I don’t remember what she looked like, my aunt. She had red hair. I know my mother loved her more than anyone else in the world aside from me. My memories of her are nebulous. I’m not positive they are memories of truth or if they are memories of stories. I think I have a memory of sitting on her lap. The both of us shrouded in white. She said I was like an angel. The freckles on my face were angel kisses. The mark in my eye was a starburst. I was so special God had picked me out and gave me to my mother. I was a beautiful child. We were all angels.

“For some of us honey, life is so hard, and you just get so tired of living, and you just want to go to sleep, just for a little while, and I think that’s what your aunt did. I think she just wanted to take a nap.”

Angels are never alive in the first place.

****************

I hadn’t seen my mother in two years. The last time I saw her she was impoverished with worn holes in her clothing. She lived in a room and took care of an elderly man. The elderly man whom she lived with was like her new child and she loved him dearly. She had always been such a kind woman. After he died my mother was never compensated for her time, and since she had no education, and no back-up she became jobless at 56. She was living with her boyfriend an ex-junkie and an ex-con who for some reason could not work. Something to do with his previous career. Then the stroke happened. The boyfriend forgot to tell me about the stroke. The phone call came weeks later from her.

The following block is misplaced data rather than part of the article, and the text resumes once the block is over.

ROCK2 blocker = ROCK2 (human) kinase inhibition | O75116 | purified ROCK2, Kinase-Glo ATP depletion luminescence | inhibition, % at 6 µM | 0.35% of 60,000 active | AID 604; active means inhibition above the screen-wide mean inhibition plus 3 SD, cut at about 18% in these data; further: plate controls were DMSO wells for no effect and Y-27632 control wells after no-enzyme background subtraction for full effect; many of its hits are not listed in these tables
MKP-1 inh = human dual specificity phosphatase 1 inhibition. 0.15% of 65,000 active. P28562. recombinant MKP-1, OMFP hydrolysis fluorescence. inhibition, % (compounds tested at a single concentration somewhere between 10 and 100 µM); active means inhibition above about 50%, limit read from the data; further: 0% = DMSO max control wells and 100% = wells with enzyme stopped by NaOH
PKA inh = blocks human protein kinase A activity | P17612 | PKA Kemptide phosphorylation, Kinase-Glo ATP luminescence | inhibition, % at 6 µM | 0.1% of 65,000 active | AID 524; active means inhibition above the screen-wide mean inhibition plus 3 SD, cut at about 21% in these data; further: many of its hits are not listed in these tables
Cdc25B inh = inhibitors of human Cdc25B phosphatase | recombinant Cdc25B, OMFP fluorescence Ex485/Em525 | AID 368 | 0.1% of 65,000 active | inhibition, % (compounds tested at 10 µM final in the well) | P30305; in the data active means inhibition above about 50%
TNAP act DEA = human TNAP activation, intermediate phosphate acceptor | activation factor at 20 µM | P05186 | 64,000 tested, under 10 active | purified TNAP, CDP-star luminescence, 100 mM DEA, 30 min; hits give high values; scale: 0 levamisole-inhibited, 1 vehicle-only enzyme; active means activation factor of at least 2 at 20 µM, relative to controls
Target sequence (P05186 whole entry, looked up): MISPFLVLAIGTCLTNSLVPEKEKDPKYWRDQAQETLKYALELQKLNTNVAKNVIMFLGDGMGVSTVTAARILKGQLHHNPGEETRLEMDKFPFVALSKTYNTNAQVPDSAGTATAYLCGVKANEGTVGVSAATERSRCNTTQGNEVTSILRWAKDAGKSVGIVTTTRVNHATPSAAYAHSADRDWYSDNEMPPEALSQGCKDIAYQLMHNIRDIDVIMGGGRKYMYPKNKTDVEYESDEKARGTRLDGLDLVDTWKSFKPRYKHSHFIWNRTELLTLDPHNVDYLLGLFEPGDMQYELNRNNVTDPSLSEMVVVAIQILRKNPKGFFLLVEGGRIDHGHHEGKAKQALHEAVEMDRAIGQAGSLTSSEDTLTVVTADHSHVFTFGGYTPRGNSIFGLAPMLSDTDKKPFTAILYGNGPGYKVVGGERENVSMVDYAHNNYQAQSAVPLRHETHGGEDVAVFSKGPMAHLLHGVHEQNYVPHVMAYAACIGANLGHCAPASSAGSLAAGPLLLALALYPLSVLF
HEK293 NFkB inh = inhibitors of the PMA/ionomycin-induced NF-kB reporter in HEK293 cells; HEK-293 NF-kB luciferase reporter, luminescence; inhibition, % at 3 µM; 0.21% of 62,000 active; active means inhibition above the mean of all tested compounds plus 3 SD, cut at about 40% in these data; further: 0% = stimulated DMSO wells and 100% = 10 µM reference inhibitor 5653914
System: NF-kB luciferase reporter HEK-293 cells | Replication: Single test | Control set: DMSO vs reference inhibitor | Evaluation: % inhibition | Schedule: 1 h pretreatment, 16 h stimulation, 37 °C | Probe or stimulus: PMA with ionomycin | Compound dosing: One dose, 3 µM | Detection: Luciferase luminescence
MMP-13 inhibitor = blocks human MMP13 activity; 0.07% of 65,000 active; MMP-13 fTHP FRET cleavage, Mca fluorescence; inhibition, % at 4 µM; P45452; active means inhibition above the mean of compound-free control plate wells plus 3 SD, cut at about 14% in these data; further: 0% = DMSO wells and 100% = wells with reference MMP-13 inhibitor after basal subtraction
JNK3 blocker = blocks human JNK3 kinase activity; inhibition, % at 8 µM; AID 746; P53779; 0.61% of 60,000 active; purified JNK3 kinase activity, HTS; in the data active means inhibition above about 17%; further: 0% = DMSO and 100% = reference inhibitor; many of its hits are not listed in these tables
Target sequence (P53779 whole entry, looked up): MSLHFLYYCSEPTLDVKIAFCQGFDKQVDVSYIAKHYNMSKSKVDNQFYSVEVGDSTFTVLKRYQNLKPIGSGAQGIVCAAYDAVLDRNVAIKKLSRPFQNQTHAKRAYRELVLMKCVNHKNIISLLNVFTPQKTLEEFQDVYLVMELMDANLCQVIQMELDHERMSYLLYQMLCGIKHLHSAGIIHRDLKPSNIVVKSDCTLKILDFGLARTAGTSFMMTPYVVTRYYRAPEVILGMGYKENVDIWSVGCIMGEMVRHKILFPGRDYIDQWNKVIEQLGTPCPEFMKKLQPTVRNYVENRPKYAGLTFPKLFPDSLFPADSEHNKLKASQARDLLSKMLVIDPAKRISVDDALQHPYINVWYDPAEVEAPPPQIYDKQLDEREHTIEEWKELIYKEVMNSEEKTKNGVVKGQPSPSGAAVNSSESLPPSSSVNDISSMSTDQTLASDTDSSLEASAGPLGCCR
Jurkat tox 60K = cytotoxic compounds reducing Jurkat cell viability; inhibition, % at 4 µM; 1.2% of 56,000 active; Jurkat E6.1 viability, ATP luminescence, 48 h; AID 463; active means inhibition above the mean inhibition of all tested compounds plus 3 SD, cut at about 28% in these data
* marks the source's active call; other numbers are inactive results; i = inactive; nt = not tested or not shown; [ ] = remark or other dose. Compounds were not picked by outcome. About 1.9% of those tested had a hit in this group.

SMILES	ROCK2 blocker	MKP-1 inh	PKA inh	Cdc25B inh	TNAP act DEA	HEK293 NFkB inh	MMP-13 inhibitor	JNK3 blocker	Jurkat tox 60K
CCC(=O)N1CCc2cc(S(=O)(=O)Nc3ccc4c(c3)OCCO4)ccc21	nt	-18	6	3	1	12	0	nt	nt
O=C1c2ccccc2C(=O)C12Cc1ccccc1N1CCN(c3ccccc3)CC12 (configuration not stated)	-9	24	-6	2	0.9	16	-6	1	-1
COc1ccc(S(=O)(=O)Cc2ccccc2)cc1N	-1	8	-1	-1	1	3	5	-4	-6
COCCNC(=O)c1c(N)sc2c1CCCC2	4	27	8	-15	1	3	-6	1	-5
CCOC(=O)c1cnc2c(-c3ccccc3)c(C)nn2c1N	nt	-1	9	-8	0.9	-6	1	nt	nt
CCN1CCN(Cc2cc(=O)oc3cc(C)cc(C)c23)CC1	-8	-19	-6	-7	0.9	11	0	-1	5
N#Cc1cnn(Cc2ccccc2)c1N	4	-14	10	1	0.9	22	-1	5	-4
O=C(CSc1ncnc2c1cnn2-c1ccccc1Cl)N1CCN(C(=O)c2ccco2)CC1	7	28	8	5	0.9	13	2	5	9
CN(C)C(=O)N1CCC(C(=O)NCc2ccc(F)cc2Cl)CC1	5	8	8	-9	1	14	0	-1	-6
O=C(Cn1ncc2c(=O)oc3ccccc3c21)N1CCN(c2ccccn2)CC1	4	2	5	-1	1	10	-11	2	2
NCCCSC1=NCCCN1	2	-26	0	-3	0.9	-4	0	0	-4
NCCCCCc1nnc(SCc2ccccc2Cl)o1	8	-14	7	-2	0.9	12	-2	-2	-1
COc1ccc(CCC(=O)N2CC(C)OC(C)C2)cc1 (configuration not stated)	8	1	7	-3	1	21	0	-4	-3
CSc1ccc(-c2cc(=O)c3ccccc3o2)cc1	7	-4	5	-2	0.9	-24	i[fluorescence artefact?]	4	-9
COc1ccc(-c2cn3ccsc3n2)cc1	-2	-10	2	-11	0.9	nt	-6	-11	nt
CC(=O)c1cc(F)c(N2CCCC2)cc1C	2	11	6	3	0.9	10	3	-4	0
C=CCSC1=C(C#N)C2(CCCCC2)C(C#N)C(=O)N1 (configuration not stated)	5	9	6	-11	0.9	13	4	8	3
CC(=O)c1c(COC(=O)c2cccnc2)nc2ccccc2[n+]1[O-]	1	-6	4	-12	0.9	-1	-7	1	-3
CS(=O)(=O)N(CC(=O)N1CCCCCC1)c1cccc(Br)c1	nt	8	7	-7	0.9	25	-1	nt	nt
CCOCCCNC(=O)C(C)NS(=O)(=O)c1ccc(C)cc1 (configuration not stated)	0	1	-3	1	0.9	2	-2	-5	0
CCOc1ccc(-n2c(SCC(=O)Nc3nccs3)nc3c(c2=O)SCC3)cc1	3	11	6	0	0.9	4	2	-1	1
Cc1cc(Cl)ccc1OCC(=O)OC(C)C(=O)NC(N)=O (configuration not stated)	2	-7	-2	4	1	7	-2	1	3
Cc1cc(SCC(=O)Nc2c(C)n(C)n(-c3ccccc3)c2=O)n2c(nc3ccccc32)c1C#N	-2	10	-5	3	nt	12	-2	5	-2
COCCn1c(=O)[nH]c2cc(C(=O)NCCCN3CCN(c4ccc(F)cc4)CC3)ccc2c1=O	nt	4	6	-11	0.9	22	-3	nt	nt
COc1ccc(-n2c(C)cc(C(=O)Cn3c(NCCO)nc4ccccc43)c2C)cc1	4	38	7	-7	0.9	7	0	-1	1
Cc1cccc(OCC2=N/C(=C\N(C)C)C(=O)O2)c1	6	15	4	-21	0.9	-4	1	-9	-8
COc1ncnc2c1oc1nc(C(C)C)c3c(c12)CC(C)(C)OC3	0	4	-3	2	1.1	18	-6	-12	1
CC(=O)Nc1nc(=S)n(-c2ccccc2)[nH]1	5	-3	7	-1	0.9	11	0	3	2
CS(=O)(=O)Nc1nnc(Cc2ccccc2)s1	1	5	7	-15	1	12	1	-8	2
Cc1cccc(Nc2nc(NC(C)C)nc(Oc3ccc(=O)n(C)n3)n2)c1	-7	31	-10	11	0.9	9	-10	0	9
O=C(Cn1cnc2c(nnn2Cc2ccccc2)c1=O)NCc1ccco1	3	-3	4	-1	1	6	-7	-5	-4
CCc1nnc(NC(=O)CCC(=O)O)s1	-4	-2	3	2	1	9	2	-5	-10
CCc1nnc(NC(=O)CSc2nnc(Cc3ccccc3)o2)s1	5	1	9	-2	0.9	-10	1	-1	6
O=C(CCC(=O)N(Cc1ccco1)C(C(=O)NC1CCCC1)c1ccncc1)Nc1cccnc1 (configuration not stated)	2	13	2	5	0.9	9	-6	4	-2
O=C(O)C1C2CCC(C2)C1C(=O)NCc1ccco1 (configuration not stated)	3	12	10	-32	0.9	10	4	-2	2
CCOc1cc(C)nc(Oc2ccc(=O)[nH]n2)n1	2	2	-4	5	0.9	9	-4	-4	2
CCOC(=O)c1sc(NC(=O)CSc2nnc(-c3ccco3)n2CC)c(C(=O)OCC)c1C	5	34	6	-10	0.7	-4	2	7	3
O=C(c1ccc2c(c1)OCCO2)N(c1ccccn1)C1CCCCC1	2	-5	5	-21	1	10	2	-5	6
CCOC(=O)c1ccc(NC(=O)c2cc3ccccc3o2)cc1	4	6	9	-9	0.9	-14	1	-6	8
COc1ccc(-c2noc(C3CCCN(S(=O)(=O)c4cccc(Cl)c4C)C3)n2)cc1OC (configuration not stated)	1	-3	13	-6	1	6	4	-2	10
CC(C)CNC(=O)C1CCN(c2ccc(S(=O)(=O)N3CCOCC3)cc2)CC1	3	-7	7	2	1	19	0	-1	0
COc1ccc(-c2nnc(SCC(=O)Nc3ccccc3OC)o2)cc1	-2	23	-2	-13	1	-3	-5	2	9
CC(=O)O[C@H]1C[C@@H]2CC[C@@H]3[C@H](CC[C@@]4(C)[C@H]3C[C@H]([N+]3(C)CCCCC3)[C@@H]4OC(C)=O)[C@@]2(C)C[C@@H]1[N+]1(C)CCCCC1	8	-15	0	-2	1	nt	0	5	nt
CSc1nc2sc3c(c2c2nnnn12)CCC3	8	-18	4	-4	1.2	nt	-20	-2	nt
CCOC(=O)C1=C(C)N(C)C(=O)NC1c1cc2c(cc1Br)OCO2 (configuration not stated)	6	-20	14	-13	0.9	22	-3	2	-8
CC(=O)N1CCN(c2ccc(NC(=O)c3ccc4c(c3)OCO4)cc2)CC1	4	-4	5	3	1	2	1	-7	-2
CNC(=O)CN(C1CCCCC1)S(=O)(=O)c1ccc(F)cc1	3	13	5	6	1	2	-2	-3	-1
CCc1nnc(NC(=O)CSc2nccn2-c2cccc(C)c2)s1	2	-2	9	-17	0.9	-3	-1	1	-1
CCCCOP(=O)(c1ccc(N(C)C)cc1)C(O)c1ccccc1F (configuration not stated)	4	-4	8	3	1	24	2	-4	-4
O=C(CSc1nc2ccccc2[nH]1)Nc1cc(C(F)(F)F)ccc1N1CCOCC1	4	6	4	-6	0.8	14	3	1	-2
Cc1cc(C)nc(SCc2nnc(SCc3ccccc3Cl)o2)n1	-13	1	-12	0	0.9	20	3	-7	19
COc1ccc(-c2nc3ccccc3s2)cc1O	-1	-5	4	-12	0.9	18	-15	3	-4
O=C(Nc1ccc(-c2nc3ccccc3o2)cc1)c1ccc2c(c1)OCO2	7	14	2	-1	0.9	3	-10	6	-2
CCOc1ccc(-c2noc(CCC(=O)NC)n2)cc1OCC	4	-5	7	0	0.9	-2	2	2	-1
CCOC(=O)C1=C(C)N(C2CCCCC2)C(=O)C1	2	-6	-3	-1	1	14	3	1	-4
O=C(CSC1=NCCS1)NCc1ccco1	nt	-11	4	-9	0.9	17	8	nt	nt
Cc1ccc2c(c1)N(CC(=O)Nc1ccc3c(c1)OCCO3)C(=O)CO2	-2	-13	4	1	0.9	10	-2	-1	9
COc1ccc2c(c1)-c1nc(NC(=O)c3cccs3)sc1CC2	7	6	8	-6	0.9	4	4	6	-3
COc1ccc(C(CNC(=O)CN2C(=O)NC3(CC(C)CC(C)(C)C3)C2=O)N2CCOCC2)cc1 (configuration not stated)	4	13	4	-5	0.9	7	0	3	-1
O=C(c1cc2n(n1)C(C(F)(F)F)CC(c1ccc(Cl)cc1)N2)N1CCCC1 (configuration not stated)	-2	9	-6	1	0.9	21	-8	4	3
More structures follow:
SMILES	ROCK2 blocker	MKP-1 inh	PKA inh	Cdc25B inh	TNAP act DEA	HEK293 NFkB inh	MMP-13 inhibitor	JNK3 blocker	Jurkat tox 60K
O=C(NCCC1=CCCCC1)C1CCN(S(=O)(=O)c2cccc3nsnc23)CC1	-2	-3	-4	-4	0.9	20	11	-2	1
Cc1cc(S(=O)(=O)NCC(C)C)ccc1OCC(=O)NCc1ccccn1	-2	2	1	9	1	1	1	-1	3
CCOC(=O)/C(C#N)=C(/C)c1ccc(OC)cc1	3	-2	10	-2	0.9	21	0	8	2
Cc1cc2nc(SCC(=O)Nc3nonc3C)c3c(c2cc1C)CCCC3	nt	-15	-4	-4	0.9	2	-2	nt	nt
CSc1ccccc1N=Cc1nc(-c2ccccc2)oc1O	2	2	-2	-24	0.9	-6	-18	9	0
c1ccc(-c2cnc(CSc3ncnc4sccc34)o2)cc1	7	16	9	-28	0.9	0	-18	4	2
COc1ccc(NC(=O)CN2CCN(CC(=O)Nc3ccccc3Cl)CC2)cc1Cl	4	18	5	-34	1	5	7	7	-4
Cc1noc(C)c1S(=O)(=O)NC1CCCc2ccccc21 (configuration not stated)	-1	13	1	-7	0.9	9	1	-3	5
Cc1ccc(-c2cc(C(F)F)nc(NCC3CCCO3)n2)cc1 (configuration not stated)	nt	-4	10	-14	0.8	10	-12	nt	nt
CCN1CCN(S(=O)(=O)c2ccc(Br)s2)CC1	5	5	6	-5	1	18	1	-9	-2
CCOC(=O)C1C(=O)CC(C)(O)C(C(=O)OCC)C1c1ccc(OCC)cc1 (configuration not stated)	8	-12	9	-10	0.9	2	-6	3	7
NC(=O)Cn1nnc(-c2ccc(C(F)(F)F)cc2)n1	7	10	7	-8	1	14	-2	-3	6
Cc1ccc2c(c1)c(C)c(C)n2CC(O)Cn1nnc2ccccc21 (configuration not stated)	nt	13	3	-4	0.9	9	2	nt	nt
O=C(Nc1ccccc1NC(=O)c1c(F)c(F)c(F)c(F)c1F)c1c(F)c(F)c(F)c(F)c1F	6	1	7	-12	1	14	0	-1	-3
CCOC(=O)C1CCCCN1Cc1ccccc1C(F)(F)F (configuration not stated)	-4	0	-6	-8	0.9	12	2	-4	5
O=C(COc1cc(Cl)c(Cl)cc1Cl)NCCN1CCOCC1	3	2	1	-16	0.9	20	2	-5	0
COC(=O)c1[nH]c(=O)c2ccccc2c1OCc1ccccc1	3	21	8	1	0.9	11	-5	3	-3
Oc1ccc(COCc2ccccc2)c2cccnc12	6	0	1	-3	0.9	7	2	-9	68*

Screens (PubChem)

“I had a stroke. They are going to evict me from my house. Why didn’t you visit me? You don’t love me.” She cried.

“I didn’t know.” I whispered. I didn’t know.

She cried more and more.

I feel helpless when she cries because I can’t take care of her. I’m still poor. I failed her. I followed in her footsteps. Born poor stay poor.

I had a dream I was at my mother’s house and a semi-truck ran purposefully through her house. I managed to jump out of the way, but it ran over her sleeping body.

 

************

She identifies herself through me and I try to separate us. She reaches for me and I can feel her tugging my essence like she’s trying to shove me back inside her. She steps through me and eats me till I feel like there is hardly any of me left and I am her or her sister or her cruel mother. Who am I? Am I my mother? A born loser? Is it only a matter of days till I scrub the floors of other people and wait and pray for death? When I die will I have to apologize to God for being a failure?